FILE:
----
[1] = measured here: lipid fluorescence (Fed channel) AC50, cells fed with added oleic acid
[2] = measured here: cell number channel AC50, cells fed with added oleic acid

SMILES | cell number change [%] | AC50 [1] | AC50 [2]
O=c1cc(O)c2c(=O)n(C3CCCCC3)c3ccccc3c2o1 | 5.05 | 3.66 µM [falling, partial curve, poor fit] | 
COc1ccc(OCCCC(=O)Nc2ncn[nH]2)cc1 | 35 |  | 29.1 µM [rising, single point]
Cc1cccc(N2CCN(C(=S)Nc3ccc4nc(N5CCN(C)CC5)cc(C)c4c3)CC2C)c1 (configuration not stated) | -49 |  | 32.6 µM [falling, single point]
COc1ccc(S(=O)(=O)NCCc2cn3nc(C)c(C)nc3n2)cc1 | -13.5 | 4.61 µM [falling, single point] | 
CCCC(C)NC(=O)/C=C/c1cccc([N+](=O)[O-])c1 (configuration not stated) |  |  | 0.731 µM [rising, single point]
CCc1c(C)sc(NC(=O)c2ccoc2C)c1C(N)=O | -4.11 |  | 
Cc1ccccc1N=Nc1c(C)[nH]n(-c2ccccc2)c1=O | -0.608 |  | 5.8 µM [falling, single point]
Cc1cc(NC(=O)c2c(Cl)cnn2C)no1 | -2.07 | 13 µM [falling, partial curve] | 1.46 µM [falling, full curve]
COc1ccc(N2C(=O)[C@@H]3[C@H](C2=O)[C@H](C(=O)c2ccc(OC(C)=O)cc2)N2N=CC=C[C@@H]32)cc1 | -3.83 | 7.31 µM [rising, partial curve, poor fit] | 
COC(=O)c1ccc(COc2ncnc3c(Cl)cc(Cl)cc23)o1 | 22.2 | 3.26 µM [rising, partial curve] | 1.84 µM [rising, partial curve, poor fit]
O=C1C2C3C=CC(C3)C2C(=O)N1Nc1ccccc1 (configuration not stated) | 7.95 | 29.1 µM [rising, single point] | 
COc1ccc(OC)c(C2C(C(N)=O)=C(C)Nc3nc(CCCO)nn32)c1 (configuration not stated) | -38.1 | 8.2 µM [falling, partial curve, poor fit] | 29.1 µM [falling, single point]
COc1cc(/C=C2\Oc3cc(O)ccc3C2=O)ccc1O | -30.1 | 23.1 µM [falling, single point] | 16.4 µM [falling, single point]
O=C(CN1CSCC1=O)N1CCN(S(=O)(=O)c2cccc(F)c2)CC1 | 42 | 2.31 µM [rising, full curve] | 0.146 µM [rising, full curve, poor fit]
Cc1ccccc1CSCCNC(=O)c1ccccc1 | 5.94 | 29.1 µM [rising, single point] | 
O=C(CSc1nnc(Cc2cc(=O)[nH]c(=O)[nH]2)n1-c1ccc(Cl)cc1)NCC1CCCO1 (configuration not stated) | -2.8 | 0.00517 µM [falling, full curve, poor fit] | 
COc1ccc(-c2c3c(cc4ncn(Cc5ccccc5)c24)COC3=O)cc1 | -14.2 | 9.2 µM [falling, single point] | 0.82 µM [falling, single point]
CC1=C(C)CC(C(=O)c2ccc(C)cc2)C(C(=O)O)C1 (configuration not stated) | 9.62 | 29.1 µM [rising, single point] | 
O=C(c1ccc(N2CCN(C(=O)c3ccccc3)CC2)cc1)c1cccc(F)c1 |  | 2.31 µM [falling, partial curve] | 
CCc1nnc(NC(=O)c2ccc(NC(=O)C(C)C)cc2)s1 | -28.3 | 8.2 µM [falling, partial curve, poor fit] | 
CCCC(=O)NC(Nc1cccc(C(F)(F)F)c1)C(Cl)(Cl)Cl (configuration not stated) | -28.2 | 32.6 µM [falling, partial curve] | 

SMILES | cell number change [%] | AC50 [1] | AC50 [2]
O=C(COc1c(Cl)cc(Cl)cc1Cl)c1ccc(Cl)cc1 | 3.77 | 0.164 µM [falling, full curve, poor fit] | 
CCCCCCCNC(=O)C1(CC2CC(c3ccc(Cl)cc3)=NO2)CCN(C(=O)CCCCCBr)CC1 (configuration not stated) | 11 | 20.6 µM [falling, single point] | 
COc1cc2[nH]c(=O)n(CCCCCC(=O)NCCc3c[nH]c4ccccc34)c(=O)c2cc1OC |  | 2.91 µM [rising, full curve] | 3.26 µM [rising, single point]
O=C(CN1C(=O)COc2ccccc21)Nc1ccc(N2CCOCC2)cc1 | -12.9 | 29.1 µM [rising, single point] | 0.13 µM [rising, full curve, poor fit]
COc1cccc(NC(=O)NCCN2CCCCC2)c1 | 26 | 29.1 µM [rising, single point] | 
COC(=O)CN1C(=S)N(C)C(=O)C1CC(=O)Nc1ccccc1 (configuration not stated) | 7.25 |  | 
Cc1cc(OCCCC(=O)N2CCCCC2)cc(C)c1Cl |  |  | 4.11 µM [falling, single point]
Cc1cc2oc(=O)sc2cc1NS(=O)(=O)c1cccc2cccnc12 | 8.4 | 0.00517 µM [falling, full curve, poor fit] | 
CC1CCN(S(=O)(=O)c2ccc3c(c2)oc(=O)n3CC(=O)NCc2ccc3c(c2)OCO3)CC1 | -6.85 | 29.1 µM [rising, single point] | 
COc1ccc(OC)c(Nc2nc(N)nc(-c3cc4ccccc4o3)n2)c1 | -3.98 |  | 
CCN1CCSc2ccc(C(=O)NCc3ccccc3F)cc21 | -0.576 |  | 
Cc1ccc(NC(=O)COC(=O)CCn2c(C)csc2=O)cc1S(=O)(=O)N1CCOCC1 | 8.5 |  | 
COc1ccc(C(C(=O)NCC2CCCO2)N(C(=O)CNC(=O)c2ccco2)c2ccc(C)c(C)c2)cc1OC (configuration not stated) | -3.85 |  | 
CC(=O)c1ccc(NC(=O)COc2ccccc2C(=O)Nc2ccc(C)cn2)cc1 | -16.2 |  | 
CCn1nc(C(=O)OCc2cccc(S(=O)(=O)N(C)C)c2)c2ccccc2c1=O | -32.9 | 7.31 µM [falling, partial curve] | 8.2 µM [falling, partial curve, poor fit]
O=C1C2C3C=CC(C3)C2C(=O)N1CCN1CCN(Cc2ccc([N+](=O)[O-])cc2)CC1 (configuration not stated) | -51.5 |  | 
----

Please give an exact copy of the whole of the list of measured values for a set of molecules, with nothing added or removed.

[1] = measured here: lipid fluorescence (Fed channel) AC50, cells fed with added oleic acid
[2] = measured here: cell number channel AC50, cells fed with added oleic acid

SMILES | cell number change [%] | AC50 [1] | AC50 [2]
O=c1cc(O)c2c(=O)n(C3CCCCC3)c3ccccc3c2o1 | 5.05 | 3.66 µM [falling, partial curve, poor fit] | 
COc1ccc(OCCCC(=O)Nc2ncn[nH]2)cc1 | 35 |  | 29.1 µM [rising, single point]
Cc1cccc(N2CCN(C(=S)Nc3ccc4nc(N5CCN(C)CC5)cc(C)c4c3)CC2C)c1 (configuration not stated) | -49 |  | 32.6 µM [falling, single point]
COc1ccc(S(=O)(=O)NCCc2cn3nc(C)c(C)nc3n2)cc1 | -13.5 | 4.61 µM [falling, single point] | 
CCCC(C)NC(=O)/C=C/c1cccc([N+](=O)[O-])c1 (configuration not stated) |  |  | 0.731 µM [rising, single point]
CCc1c(C)sc(NC(=O)c2ccoc2C)c1C(N)=O | -4.11 |  | 
Cc1ccccc1N=Nc1c(C)[nH]n(-c2ccccc2)c1=O | -0.608 |  | 5.8 µM [falling, single point]
Cc1cc(NC(=O)c2c(Cl)cnn2C)no1 | -2.07 | 13 µM [falling, partial curve] | 1.46 µM [falling, full curve]
COc1ccc(N2C(=O)[C@@H]3[C@H](C2=O)[C@H](C(=O)c2ccc(OC(C)=O)cc2)N2N=CC=C[C@@H]32)cc1 | -3.83 | 7.31 µM [rising, partial curve, poor fit] | 
COC(=O)c1ccc(COc2ncnc3c(Cl)cc(Cl)cc23)o1 | 22.2 | 3.26 µM [rising, partial curve] | 1.84 µM [rising, partial curve, poor fit]
O=C1C2C3C=CC(C3)C2C(=O)N1Nc1ccccc1 (configuration not stated) | 7.95 | 29.1 µM [rising, single point] | 
COc1ccc(OC)c(C2C(C(N)=O)=C(C)Nc3nc(CCCO)nn32)c1 (configuration not stated) | -38.1 | 8.2 µM [falling, partial curve, poor fit] | 29.1 µM [falling, single point]
COc1cc(/C=C2\Oc3cc(O)ccc3C2=O)ccc1O | -30.1 | 23.1 µM [falling, single point] | 16.4 µM [falling, single point]
O=C(CN1CSCC1=O)N1CCN(S(=O)(=O)c2cccc(F)c2)CC1 | 42 | 2.31 µM [rising, full curve] | 0.146 µM [rising, full curve, poor fit]
Cc1ccccc1CSCCNC(=O)c1ccccc1 | 5.94 | 29.1 µM [rising, single point] | 
O=C(CSc1nnc(Cc2cc(=O)[nH]c(=O)[nH]2)n1-c1ccc(Cl)cc1)NCC1CCCO1 (configuration not stated) | -2.8 | 0.00517 µM [falling, full curve, poor fit] | 
COc1ccc(-c2c3c(cc4ncn(Cc5ccccc5)c24)COC3=O)cc1 | -14.2 | 9.2 µM [falling, single point] | 0.82 µM [falling, single point]
CC1=C(C)CC(C(=O)c2ccc(C)cc2)C(C(=O)O)C1 (configuration not stated) | 9.62 | 29.1 µM [rising, single point] | 
O=C(c1ccc(N2CCN(C(=O)c3ccccc3)CC2)cc1)c1cccc(F)c1 |  | 2.31 µM [falling, partial curve] | 
CCc1nnc(NC(=O)c2ccc(NC(=O)C(C)C)cc2)s1 | -28.3 | 8.2 µM [falling, partial curve, poor fit] | 
CCCC(=O)NC(Nc1cccc(C(F)(F)F)c1)C(Cl)(Cl)Cl (configuration not stated) | -28.2 | 32.6 µM [falling, partial curve] | 

SMILES | cell number change [%] | AC50 [1] | AC50 [2]
O=C(COc1c(Cl)cc(Cl)cc1Cl)c1ccc(Cl)cc1 | 3.77 | 0.164 µM [falling, full curve, poor fit] | 
CCCCCCCNC(=O)C1(CC2CC(c3ccc(Cl)cc3)=NO2)CCN(C(=O)CCCCCBr)CC1 (configuration not stated) | 11 | 20.6 µM [falling, single point] | 
COc1cc2[nH]c(=O)n(CCCCCC(=O)NCCc3c[nH]c4ccccc34)c(=O)c2cc1OC |  | 2.91 µM [rising, full curve] | 3.26 µM [rising, single point]
O=C(CN1C(=O)COc2ccccc21)Nc1ccc(N2CCOCC2)cc1 | -12.9 | 29.1 µM [rising, single point] | 0.13 µM [rising, full curve, poor fit]
COc1cccc(NC(=O)NCCN2CCCCC2)c1 | 26 | 29.1 µM [rising, single point] | 
COC(=O)CN1C(=S)N(C)C(=O)C1CC(=O)Nc1ccccc1 (configuration not stated) | 7.25 |  | 
Cc1cc(OCCCC(=O)N2CCCCC2)cc(C)c1Cl |  |  | 4.11 µM [falling, single point]
Cc1cc2oc(=O)sc2cc1NS(=O)(=O)c1cccc2cccnc12 | 8.4 | 0.00517 µM [falling, full curve, poor fit] | 
CC1CCN(S(=O)(=O)c2ccc3c(c2)oc(=O)n3CC(=O)NCc2ccc3c(c2)OCO3)CC1 | -6.85 | 29.1 µM [rising, single point] | 
COc1ccc(OC)c(Nc2nc(N)nc(-c3cc4ccccc4o3)n2)c1 | -3.98 |  | 
CCN1CCSc2ccc(C(=O)NCc3ccccc3F)cc21 | -0.576 |  | 
Cc1ccc(NC(=O)COC(=O)CCn2c(C)csc2=O)cc1S(=O)(=O)N1CCOCC1 | 8.5 |  | 
COc1ccc(C(C(=O)NCC2CCCO2)N(C(=O)CNC(=O)c2ccco2)c2ccc(C)c(C)c2)cc1OC (configuration not stated) | -3.85 |  | 
CC(=O)c1ccc(NC(=O)COc2ccccc2C(=O)Nc2ccc(C)cn2)cc1 | -16.2 |  | 
CCn1nc(C(=O)OCc2cccc(S(=O)(=O)N(C)C)c2)c2ccccc2c1=O | -32.9 | 7.31 µM [falling, partial curve] | 8.2 µM [falling, partial curve, poor fit]
O=C1C2C3C=CC(C3)C2C(=O)N1CCN1CCN(Cc2ccc([N+](=O)[O-])cc2)CC1 (configuration not stated) | -51.5 |  | 